Last night I fulfilled a longstanding ambition: I saw Pluto. The dwarf planet is extremely hard to see. You need exceptionally dark skies, a decent telescope and a hell of a lot of patience! I had previously doubted that the Meade ETX90 could even see it, and rightly so. There is an equation to help you work out how far down the magnitude scale you can get with a telescope (Remember big magnitudes = fainter objects):
Telescope Limiting Magnitude = Visual Limiting Magnitude – 5*logd 5*logD
, where d is the aperture of the human eye and D is the aperture of the telescope. So to give some examples, let’s consider a normal sky where the visual limit is around Mag 5.5 and you have a little 3-inch refractor telescope. We’ll use 3mm as the aperture of the human eye.
Telescope Limiting Magnitude = 5.5 – 5*log(0.003) 5*log(0.07) = 12.3
So with a small refractor you can see down to a limit of about Mag 12. Pluto however is at Mag 13.8 so this would not suffice. Here is the maths for my own situation. Last night the sky was so dark I could make out Mag 7.0 stars, this is my visual limit and it is about right for very good observing conditions. The telescope I am using has a 9cm aperture.
Telescope Limiting Magnitude = 7.0 – 5*log(0.003) 5*log(0.09) = 14.8
This puts Pluto into the realms of the feasible, which was great news since Pluto from my location is well above the horizon and unobscured by light pollution. Also, this week I have set myself the goal of observing all the planets, and Pluto – just for fun.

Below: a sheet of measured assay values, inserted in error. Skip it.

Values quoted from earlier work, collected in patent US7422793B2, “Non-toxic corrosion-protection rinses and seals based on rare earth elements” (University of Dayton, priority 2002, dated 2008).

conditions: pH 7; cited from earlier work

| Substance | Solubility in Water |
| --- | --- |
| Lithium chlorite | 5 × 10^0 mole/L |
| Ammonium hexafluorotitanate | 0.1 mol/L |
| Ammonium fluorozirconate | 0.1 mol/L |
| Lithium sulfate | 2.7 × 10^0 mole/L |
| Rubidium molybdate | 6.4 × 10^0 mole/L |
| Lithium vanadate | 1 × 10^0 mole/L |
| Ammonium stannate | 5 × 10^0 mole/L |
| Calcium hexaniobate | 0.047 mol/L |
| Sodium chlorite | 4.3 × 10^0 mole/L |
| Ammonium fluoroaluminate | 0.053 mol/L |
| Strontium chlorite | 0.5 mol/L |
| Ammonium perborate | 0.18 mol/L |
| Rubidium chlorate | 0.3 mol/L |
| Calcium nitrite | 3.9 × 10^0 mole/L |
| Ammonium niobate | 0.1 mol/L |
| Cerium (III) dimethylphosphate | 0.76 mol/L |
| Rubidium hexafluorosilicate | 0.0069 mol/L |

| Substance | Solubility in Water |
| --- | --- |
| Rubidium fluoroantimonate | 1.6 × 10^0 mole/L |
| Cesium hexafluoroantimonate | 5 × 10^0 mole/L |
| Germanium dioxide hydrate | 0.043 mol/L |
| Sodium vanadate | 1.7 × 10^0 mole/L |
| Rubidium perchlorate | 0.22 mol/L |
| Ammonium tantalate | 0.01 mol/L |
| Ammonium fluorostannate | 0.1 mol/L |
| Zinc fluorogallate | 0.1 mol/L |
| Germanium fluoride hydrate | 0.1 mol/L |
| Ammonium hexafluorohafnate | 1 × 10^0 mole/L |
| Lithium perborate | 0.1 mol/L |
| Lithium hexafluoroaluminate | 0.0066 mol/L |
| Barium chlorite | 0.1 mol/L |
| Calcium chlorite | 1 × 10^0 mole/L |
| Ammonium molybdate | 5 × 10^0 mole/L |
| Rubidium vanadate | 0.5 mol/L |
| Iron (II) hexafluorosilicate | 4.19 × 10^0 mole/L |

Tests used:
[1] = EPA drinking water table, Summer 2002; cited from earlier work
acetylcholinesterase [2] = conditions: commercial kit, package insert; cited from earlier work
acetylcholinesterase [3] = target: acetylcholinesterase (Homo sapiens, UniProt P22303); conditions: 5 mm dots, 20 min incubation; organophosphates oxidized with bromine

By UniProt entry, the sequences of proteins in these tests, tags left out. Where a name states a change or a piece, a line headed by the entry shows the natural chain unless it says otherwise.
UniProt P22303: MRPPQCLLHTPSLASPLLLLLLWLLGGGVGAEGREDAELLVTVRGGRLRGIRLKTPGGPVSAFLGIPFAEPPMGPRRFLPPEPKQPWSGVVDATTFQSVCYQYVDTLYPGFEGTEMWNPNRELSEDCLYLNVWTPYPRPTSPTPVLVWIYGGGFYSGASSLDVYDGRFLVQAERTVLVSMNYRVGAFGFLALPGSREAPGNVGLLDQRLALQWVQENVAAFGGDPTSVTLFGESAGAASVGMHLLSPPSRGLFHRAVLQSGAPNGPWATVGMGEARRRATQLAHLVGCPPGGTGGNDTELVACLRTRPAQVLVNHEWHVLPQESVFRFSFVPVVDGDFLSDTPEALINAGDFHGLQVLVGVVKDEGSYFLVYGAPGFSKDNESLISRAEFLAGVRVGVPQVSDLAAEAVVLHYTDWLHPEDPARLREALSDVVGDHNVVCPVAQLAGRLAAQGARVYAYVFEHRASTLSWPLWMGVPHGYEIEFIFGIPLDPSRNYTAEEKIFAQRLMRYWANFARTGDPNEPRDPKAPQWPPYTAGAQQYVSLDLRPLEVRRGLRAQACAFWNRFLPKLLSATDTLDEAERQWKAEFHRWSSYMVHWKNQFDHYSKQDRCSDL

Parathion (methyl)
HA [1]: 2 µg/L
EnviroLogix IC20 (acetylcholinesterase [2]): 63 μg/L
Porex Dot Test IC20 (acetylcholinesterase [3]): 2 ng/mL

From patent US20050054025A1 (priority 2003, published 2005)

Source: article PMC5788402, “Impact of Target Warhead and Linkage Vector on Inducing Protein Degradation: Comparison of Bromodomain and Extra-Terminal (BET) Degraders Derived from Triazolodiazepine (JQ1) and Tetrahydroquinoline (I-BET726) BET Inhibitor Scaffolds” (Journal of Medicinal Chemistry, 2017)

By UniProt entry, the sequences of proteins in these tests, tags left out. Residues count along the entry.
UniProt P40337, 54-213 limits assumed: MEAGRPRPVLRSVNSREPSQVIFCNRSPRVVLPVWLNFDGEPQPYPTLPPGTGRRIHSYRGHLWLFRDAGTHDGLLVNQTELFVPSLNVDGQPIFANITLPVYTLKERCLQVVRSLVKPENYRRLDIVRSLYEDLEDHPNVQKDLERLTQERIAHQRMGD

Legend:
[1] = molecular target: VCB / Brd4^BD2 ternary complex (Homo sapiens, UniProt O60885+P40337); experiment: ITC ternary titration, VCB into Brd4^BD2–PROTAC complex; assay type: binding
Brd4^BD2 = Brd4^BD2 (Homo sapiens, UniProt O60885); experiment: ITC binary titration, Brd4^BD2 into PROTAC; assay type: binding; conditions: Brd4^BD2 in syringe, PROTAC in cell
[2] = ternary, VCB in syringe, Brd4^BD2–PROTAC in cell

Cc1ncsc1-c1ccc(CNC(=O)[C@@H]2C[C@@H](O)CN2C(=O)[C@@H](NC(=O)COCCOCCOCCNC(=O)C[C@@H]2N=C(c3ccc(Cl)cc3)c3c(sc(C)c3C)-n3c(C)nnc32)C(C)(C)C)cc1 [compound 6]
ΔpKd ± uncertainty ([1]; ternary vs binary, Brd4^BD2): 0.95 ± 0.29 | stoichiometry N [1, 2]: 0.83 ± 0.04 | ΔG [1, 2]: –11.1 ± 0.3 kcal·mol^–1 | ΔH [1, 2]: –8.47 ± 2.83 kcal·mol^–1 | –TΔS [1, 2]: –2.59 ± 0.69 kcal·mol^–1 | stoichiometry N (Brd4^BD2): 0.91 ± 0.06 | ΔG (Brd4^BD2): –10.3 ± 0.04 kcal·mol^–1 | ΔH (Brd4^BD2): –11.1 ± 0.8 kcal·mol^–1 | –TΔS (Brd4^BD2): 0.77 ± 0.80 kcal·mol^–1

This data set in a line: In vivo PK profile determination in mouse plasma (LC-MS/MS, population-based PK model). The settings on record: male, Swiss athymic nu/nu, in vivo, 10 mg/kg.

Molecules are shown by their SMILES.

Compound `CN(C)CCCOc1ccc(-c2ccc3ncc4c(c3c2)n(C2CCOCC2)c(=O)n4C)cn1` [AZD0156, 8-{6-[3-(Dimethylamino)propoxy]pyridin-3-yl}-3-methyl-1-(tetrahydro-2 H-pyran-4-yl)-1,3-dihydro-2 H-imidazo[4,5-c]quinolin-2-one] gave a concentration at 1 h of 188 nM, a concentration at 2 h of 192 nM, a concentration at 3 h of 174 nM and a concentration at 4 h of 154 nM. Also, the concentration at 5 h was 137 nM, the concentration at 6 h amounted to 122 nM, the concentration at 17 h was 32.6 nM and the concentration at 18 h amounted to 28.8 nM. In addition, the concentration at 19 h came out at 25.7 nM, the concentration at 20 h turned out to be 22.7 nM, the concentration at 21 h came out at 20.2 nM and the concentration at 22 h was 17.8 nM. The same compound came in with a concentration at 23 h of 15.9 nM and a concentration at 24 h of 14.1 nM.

Pluto can currently be found in Sagittarius at the painfully dim magnitude of 13.8. Along with its sister body Charon and two satellites Nix and Hydra, it is a very cold, dark and far away place. Even the best images ever taken of Pluto reveal little more than a patchy ball of rock. I was unable to take a picture myself, far too dim, but Googling reveals a handful of amateurs have succeeded.
The image above is taken from Mauna Kea and the one below comes from an amateur named Bill Dirk.
If you want to try and see Pluto, I can now recommend a few things to help you along. Firstly, check that you have dark enough skies. This isn’t trivial, I have rarely had as good conditions as last night. Unless you have a very big telescope (more than 15cm) you’ll find Pluto is beyond your reach in anything other than exceptional skies.
Secondly, know where to look. Using the Meade with a good calibration means that getting into the general vicinity of Pluto is fairly easy. you need to know your stuff if you’re using a regular, manually guided telescope. Whatever happens, you need tracking, other wise the objects you find will vanish before you can see them at all.
Thirdly, get a good map of the planet’s location and memorize the patterns of stars around it. Once you’re looking at a star-field in the eyepiece, it will look the same as every other star field, unless you know what you’re after. Most planetarium software will give you this, the trick is figuring out the field of view you will be looking at through the eyepiece. I recommend using the 12DString FOV Calculator.
Finally, have patience. This will take time and several attempts. Even if you do find it, if you’re like me you’ll feel the need to verify everything twice anyway. But I think it was worth it!
Having finally seen Pluto I am now compelled to complete my planetary observation collection. All of the planets are visible during the night at some point from my current spot. I will not be here much longer so I need to get out and see them all. I have never yet seen Neptune or Uranus and I have only seen Mercury twice.
I’ll report back later in the week.